Employees engaged? Take a quick pulse

By Jacob Shriar

engaged employeesEmployee engagement surveys are great, but they’re rarely done often enough. An annual engagement survey can give you a nice, global picture of all your employees and how they feel about the culture and their work.

The problem is, a year or every six months is too long of a time frame; way too much happens in between.

Employee engagement is a very important topic these days, because research has clearly shown that it matters.

Engaged employees are more productive, take less time off, make customers happier, etc. Measuring employee engagement can’t be an afterthought anymore. It needs to occur much more frequently, and everyone needs to be on board.

Tough Talks D

I’m not advocating getting rid of the annual survey; I’m simply saying that you should be performing weekly “pulse” surveys.

Management needs to stay on top of things for two reasons.

   1. At any given moment, you should know how employees are feeling.

   2. You need to be able to spot trends to lower your turnover.

First, let me explain what an employee pulse survey is, and then give some important points to keep in mind as you’re creating them. Finally, I’ll give a few examples of questions that you could ask.

What are they?

A pulse survey is a survey that is short, and very specific.

A pulse survey could be anywhere from 1-10 questions, and be focused on a specific area for improvement.

Just like any other survey though, remember, if you’re not ready to act, then don’t bother.

Pulse surveys are even more important, because they happen so quickly. Since they’re focused on a specific area for improvement, you should in theory be ready to act on that area.

Since the survey is so short, you can send it out every week. Many companies are only asking one question per week, and that’s great, but they often make a very big mistake: They ask the same question every single week.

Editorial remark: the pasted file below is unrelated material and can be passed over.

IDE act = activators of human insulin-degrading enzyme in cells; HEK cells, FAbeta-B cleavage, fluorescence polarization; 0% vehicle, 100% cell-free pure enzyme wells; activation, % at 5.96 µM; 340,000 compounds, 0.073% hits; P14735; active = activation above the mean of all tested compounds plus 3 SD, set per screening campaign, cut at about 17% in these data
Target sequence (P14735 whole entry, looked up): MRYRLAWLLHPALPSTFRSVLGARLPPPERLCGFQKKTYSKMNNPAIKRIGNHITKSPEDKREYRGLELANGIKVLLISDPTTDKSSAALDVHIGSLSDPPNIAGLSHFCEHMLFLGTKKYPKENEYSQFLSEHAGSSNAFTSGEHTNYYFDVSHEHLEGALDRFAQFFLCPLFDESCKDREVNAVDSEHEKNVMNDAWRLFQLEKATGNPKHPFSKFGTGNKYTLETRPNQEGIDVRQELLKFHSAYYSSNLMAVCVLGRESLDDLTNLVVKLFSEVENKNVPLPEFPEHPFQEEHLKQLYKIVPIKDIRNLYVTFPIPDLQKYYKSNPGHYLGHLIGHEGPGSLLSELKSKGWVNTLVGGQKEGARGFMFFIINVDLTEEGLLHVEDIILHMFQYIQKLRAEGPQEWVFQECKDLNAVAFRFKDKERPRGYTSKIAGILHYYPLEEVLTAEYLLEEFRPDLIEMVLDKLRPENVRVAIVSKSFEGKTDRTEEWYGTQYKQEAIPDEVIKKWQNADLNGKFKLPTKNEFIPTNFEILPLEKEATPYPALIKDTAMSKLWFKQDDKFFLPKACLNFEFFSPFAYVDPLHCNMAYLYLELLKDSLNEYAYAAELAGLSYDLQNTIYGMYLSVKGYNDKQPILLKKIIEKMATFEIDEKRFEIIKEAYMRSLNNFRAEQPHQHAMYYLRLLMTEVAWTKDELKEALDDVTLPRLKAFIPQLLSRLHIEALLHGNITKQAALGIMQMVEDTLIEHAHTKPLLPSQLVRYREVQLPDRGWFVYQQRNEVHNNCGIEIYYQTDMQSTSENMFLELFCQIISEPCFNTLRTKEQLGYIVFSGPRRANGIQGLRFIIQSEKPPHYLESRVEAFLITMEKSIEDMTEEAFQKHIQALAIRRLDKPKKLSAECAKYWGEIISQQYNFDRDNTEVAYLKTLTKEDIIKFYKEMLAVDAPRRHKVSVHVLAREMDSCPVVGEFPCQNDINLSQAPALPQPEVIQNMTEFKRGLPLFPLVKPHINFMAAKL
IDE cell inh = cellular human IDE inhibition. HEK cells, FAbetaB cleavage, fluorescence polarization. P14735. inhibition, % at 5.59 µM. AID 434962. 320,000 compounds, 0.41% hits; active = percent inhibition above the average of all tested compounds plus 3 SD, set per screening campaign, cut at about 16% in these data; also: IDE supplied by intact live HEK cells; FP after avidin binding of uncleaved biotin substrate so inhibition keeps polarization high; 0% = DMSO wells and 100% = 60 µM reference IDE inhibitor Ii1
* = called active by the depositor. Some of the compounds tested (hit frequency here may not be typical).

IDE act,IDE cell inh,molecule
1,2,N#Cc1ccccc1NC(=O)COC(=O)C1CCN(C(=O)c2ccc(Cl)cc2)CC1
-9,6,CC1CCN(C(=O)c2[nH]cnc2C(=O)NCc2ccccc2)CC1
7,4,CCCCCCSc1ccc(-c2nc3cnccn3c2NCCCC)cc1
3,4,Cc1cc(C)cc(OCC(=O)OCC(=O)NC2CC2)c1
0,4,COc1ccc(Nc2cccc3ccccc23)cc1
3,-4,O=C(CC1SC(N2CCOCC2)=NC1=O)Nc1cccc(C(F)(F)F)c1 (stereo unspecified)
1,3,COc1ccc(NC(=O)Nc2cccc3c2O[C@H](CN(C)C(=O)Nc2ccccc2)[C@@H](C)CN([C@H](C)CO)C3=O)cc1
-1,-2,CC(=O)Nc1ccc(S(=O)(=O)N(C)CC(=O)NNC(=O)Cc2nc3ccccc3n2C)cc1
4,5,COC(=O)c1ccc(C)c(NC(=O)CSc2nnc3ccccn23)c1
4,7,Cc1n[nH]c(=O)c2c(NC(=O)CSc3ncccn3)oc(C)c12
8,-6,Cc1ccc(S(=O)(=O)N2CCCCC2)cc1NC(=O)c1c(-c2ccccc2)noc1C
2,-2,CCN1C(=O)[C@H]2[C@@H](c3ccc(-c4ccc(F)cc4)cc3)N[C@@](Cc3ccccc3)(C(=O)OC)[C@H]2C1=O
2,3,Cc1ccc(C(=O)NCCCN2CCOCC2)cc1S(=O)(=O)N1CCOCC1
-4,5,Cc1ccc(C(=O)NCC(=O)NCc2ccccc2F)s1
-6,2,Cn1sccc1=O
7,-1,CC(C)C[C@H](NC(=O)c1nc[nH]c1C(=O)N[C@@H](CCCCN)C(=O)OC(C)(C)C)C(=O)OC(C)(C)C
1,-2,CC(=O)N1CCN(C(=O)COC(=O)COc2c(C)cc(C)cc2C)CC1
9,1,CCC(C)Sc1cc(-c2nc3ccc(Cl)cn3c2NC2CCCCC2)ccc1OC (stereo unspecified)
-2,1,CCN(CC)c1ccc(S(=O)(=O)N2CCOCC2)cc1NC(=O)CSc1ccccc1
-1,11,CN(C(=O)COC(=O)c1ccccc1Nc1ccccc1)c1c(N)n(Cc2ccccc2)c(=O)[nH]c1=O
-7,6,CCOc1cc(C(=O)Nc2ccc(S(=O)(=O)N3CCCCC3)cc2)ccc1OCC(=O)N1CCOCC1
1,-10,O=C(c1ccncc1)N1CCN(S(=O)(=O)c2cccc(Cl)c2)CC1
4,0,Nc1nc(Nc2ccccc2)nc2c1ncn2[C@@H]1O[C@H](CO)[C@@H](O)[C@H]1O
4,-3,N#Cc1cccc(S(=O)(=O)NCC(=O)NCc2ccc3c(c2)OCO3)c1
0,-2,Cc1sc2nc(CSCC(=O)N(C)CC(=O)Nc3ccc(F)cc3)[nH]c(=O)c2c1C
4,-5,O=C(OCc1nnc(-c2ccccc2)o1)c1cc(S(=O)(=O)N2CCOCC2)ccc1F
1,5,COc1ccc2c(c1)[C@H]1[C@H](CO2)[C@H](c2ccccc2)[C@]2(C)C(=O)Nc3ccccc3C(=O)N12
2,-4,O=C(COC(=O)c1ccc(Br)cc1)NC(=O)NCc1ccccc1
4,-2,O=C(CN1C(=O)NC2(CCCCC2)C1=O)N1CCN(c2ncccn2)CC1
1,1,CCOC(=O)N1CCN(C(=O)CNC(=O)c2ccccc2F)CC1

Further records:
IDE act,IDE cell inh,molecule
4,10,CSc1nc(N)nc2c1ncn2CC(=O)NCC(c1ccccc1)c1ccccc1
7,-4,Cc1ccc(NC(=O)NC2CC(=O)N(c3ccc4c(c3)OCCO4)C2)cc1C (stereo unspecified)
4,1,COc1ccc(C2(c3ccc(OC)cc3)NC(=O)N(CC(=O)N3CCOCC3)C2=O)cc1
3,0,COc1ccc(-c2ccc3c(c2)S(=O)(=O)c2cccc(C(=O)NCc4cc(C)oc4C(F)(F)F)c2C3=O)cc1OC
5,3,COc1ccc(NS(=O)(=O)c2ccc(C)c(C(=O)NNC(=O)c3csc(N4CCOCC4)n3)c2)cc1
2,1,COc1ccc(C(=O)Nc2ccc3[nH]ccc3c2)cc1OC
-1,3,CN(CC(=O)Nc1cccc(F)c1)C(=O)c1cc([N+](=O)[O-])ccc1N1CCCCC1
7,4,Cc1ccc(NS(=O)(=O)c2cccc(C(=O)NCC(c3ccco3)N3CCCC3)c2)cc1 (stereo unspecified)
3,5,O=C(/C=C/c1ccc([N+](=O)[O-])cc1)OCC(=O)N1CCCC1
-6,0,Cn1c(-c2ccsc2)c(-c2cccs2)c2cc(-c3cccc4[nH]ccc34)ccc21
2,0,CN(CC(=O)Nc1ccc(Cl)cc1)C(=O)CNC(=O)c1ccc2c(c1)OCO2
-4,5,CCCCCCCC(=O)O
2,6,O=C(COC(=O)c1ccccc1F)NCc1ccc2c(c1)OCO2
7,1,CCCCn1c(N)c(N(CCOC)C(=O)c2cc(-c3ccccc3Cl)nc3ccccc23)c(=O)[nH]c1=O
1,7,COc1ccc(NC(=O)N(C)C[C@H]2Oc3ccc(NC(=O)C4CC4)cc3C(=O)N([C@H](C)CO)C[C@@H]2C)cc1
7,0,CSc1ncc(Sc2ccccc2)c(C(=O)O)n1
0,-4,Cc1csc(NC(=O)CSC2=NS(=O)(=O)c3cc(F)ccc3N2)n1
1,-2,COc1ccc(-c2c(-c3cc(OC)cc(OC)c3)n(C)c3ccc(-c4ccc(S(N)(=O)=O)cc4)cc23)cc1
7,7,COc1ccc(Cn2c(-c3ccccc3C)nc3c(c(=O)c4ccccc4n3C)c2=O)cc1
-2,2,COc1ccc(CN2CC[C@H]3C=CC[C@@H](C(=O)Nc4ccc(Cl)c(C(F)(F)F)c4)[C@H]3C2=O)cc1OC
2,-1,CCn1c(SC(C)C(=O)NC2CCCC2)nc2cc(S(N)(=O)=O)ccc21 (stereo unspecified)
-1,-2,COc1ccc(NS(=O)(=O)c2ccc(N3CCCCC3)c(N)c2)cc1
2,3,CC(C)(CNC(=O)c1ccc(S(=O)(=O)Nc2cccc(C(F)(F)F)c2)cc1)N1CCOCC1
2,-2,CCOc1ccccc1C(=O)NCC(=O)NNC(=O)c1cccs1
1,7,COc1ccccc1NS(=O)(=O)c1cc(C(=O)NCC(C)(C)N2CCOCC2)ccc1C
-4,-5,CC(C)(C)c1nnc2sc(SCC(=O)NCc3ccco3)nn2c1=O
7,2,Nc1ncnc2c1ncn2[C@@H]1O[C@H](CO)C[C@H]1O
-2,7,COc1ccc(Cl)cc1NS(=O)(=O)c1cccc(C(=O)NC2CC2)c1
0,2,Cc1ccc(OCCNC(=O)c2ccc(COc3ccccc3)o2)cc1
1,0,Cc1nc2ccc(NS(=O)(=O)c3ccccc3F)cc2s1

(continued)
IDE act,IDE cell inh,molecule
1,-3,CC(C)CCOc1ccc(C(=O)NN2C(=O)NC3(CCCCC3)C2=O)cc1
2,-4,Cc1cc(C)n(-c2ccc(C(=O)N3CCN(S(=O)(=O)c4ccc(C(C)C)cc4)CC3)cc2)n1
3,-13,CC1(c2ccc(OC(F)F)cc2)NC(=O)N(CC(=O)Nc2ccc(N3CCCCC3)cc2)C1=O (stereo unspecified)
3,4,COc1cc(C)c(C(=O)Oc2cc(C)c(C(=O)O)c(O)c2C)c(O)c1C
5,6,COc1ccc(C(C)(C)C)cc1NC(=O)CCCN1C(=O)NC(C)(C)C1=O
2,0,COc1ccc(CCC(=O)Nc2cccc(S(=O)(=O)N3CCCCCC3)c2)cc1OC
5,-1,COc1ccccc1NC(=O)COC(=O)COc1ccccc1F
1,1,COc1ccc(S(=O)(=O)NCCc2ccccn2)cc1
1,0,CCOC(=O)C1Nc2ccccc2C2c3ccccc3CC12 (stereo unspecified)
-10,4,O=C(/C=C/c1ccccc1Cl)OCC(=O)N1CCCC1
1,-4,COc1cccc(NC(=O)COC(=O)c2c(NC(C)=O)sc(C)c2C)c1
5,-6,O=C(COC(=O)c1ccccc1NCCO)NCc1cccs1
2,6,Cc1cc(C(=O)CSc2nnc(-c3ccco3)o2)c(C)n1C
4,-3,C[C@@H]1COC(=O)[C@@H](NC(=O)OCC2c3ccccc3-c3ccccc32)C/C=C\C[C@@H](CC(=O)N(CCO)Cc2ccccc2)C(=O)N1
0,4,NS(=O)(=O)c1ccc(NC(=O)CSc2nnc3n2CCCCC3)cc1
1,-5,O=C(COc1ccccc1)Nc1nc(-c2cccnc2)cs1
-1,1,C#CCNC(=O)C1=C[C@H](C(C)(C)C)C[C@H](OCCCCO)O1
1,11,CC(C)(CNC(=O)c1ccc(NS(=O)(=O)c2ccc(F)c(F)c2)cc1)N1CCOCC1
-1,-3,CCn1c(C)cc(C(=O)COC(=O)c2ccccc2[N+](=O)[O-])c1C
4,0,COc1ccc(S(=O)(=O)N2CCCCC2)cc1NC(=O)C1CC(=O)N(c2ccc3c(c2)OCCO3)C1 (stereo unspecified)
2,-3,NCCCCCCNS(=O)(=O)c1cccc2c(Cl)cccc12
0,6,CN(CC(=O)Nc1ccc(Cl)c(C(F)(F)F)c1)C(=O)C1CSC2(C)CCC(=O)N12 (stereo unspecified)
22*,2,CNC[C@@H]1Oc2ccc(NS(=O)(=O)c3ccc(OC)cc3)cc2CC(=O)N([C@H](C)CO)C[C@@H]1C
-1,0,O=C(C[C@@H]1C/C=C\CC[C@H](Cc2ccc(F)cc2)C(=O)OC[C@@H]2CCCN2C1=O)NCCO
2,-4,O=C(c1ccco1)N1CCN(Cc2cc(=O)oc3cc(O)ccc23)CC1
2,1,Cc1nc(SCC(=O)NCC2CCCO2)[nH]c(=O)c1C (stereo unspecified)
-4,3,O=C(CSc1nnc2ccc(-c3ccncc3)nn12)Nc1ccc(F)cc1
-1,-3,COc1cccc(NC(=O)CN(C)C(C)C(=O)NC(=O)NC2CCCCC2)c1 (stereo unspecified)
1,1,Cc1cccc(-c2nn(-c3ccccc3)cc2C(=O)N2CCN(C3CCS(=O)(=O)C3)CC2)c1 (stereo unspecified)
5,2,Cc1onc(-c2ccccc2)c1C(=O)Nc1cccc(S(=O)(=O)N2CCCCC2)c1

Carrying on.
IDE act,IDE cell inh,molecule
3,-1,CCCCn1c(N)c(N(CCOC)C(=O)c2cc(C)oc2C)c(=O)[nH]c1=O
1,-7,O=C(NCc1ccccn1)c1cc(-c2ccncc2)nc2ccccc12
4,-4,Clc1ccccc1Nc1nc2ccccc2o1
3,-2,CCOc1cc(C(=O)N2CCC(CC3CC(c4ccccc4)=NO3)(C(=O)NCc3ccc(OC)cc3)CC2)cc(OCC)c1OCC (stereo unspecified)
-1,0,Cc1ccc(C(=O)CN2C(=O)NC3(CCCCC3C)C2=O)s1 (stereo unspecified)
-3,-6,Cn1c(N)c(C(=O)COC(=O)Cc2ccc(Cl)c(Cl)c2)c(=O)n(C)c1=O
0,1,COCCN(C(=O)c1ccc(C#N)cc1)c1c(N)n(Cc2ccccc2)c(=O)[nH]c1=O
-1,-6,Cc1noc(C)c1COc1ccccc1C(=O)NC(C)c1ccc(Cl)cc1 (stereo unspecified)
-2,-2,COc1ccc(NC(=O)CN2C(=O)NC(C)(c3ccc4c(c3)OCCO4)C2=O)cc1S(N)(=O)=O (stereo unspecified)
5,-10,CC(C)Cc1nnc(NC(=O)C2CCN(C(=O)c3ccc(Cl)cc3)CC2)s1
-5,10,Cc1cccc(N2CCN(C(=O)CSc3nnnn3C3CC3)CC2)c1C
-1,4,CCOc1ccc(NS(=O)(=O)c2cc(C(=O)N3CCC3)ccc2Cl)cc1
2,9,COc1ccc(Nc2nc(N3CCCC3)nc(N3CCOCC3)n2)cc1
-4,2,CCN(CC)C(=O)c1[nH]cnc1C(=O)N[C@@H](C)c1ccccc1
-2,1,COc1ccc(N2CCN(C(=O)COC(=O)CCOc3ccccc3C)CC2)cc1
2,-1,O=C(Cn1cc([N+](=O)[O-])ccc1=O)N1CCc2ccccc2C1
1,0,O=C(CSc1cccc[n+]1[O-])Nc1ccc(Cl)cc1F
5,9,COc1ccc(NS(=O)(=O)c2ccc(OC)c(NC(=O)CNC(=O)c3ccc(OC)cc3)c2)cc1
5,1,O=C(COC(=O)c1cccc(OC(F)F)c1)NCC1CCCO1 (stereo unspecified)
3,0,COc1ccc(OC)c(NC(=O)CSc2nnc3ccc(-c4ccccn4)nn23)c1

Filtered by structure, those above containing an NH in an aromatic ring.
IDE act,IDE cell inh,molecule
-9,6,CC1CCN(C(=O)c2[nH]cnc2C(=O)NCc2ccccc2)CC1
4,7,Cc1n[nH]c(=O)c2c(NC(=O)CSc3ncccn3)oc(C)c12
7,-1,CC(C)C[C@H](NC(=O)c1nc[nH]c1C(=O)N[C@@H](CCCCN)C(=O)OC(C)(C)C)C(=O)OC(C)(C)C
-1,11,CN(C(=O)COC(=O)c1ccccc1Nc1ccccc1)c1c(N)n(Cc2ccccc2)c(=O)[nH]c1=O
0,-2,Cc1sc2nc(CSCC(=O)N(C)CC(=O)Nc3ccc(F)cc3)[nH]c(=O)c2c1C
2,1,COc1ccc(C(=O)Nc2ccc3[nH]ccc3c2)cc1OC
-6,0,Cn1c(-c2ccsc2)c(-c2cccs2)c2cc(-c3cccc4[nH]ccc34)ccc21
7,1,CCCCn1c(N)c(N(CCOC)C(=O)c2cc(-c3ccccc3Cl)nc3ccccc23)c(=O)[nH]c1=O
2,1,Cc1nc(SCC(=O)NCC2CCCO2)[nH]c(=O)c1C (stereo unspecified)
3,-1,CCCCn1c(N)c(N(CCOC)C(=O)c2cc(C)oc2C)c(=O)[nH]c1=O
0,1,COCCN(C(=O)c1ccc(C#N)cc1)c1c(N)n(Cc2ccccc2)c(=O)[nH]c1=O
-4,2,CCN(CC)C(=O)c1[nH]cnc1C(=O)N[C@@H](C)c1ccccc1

I can understand why they make this mistake: That data is very valuable to look at over time, but employees get bored very easily.

I like the idea of one question a week though, it makes it very simple for employees, so the participation rate should be extremely high.

3 key components

Here are a few important things to keep in mind as you create and roll out pulse surveys.

1. Ensure anonymity

It’s important to make employees feel comfortable enough to answer honestly. Let them know that it’s completely anonymous and that they can feel free to say whatever they want.

In a perfect world, you wouldn’t need this, but being realistic, you should ensure anonymity.

2. Communicate clearly

Remember, there is no such thing as too much communication.

Communicate with employees the purpose of the survey to ensure that there’s no confusion on their part. This will also help with the quality of the responses and the participation rate.

Also, be very clear with them about what will be done with these survey results and when they can expect to see the results.

3. Share your results

Make sure the survey results are shared with every single employee in the company, no matter what level they’re at.

Even if the results aren’t very positive, it’s important that everyone knows what’s going on.

Sharing the results shows that you trust them, and can help build high morale and connection between everyone.

Sample pulse questions

My personal favorite example of questions to ask are a combination of quantitative with qualitative. Assuming you’re taking the “one question a week” approach, you can feel free to ask a qualitative follow-up.

So for example:

On a scale from 0-10, how likely are you to recommend working at your company to a friend?

And then you can follow up with a qualitative question to get more details:

Is there anything holding you back from recommending {company} to your friends as a good place to work?

I also encourage you to get creative with the questions and choices of answers. Instead of something like “agree” or “disagree” make it a little more fun.

As an example:

Would you go for dinner to your manager’s house if you were invited?

   • No, that would be awful

   • I don’t think so

   • Yes, but only if other people go

   • Yes, I’d be honored

Jacob Shriar is Director of Customer Happiness at www.Officevibe.com.